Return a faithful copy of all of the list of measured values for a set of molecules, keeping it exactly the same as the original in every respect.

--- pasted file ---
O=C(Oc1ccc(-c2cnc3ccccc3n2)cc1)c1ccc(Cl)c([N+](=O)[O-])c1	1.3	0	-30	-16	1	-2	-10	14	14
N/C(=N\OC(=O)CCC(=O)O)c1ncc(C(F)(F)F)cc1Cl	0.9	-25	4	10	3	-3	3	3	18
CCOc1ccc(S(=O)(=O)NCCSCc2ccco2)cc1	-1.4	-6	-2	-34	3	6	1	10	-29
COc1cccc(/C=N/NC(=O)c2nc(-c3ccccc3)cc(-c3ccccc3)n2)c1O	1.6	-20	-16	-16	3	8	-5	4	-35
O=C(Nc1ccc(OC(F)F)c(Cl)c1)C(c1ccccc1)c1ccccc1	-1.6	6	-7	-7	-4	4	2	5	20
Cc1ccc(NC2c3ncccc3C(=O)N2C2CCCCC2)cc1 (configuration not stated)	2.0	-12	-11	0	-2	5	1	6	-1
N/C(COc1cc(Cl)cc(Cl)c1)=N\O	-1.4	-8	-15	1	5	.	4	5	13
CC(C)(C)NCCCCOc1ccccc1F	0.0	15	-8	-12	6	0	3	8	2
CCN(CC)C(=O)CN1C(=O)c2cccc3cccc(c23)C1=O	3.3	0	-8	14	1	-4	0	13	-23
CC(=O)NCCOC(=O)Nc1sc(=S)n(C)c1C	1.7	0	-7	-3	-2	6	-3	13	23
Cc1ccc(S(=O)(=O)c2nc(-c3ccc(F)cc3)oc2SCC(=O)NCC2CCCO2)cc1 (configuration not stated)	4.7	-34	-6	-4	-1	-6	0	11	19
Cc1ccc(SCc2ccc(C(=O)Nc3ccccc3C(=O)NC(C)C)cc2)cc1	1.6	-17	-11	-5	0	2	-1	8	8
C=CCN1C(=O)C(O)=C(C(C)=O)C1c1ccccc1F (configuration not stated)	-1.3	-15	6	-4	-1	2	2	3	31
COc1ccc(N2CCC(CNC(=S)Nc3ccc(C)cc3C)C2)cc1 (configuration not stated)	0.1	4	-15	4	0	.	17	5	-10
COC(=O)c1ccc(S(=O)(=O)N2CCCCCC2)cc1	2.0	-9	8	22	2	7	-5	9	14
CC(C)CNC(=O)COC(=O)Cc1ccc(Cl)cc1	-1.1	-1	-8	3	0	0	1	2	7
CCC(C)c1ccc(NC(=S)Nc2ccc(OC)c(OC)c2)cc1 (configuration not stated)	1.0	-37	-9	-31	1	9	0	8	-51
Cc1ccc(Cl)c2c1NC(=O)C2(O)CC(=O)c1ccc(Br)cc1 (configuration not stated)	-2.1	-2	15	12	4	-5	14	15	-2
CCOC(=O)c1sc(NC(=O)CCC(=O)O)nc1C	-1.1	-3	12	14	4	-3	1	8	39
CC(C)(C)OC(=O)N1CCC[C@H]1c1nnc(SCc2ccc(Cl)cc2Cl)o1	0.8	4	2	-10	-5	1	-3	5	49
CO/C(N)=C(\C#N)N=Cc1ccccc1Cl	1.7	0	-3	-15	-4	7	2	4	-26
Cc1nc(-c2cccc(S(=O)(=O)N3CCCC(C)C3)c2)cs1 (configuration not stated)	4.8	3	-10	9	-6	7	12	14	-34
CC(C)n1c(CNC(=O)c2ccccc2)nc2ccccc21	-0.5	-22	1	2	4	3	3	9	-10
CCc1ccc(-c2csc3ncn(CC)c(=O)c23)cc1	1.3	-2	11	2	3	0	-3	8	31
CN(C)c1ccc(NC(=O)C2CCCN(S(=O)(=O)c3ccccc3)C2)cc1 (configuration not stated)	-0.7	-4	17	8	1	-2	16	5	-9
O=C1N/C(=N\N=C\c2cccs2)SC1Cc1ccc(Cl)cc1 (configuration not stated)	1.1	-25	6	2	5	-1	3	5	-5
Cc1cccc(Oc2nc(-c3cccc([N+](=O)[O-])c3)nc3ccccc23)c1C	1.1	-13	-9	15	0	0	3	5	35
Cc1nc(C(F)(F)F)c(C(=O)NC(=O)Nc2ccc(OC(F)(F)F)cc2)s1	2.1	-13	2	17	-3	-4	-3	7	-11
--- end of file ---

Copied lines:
O=C(Oc1ccc(-c2cnc3ccccc3n2)cc1)c1ccc(Cl)c([N+](=O)[O-])c1	1.3	0	-30	-16	1	-2	-10	14	14
N/C(=N\OC(=O)CCC(=O)O)c1ncc(C(F)(F)F)cc1Cl	0.9	-25	4	10	3	-3	3	3	18
CCOc1ccc(S(=O)(=O)NCCSCc2ccco2)cc1	-1.4	-6	-2	-34	3	6	1	10	-29
COc1cccc(/C=N/NC(=O)c2nc(-c3ccccc3)cc(-c3ccccc3)n2)c1O	1.6	-20	-16	-16	3	8	-5	4	-35
O=C(Nc1ccc(OC(F)F)c(Cl)c1)C(c1ccccc1)c1ccccc1	-1.6	6	-7	-7	-4	4	2	5	20
Cc1ccc(NC2c3ncccc3C(=O)N2C2CCCCC2)cc1 (configuration not stated)	2.0	-12	-11	0	-2	5	1	6	-1
N/C(COc1cc(Cl)cc(Cl)c1)=N\O	-1.4	-8	-15	1	5	.	4	5	13
CC(C)(C)NCCCCOc1ccccc1F	0.0	15	-8	-12	6	0	3	8	2
CCN(CC)C(=O)CN1C(=O)c2cccc3cccc(c23)C1=O	3.3	0	-8	14	1	-4	0	13	-23
CC(=O)NCCOC(=O)Nc1sc(=S)n(C)c1C	1.7	0	-7	-3	-2	6	-3	13	23
Cc1ccc(S(=O)(=O)c2nc(-c3ccc(F)cc3)oc2SCC(=O)NCC2CCCO2)cc1 (configuration not stated)	4.7	-34	-6	-4	-1	-6	0	11	19
Cc1ccc(SCc2ccc(C(=O)Nc3ccccc3C(=O)NC(C)C)cc2)cc1	1.6	-17	-11	-5	0	2	-1	8	8
C=CCN1C(=O)C(O)=C(C(C)=O)C1c1ccccc1F (configuration not stated)	-1.3	-15	6	-4	-1	2	2	3	31
COc1ccc(N2CCC(CNC(=S)Nc3ccc(C)cc3C)C2)cc1 (configuration not stated)	0.1	4	-15	4	0	.	17	5	-10
COC(=O)c1ccc(S(=O)(=O)N2CCCCCC2)cc1	2.0	-9	8	22	2	7	-5	9	14
CC(C)CNC(=O)COC(=O)Cc1ccc(Cl)cc1	-1.1	-1	-8	3	0	0	1	2	7
CCC(C)c1ccc(NC(=S)Nc2ccc(OC)c(OC)c2)cc1 (configuration not stated)	1.0	-37	-9	-31	1	9	0	8	-51
Cc1ccc(Cl)c2c1NC(=O)C2(O)CC(=O)c1ccc(Br)cc1 (configuration not stated)	-2.1	-2	15	12	4	-5	14	15	-2
CCOC(=O)c1sc(NC(=O)CCC(=O)O)nc1C	-1.1	-3	12	14	4	-3	1	8	39
CC(C)(C)OC(=O)N1CCC[C@H]1c1nnc(SCc2ccc(Cl)cc2Cl)o1	0.8	4	2	-10	-5	1	-3	5	49
CO/C(N)=C(\C#N)N=Cc1ccccc1Cl	1.7	0	-3	-15	-4	7	2	4	-26
Cc1nc(-c2cccc(S(=O)(=O)N3CCCC(C)C3)c2)cs1 (configuration not stated)	4.8	3	-10	9	-6	7	12	14	-34
CC(C)n1c(CNC(=O)c2ccccc2)nc2ccccc21	-0.5	-22	1	2	4	3	3	9	-10
CCc1ccc(-c2csc3ncn(CC)c(=O)c23)cc1	1.3	-2	11	2	3	0	-3	8	31
CN(C)c1ccc(NC(=O)C2CCCN(S(=O)(=O)c3ccccc3)C2)cc1 (configuration not stated)	-0.7	-4	17	8	1	-2	16	5	-9
O=C1N/C(=N\N=C\c2cccs2)SC1Cc1ccc(Cl)cc1 (configuration not stated)	1.1	-25	6	2	5	-1	3	5	-5
Cc1cccc(Oc2nc(-c3cccc([N+](=O)[O-])c3)nc3ccccc23)c1C	1.1	-13	-9	15	0	0	3	5	35
Cc1nc(C(F)(F)F)c(C(=O)NC(=O)Nc2ccc(OC(F)(F)F)cc2)s1	2.1	-13	2	17	-3	-4	-3	7	-11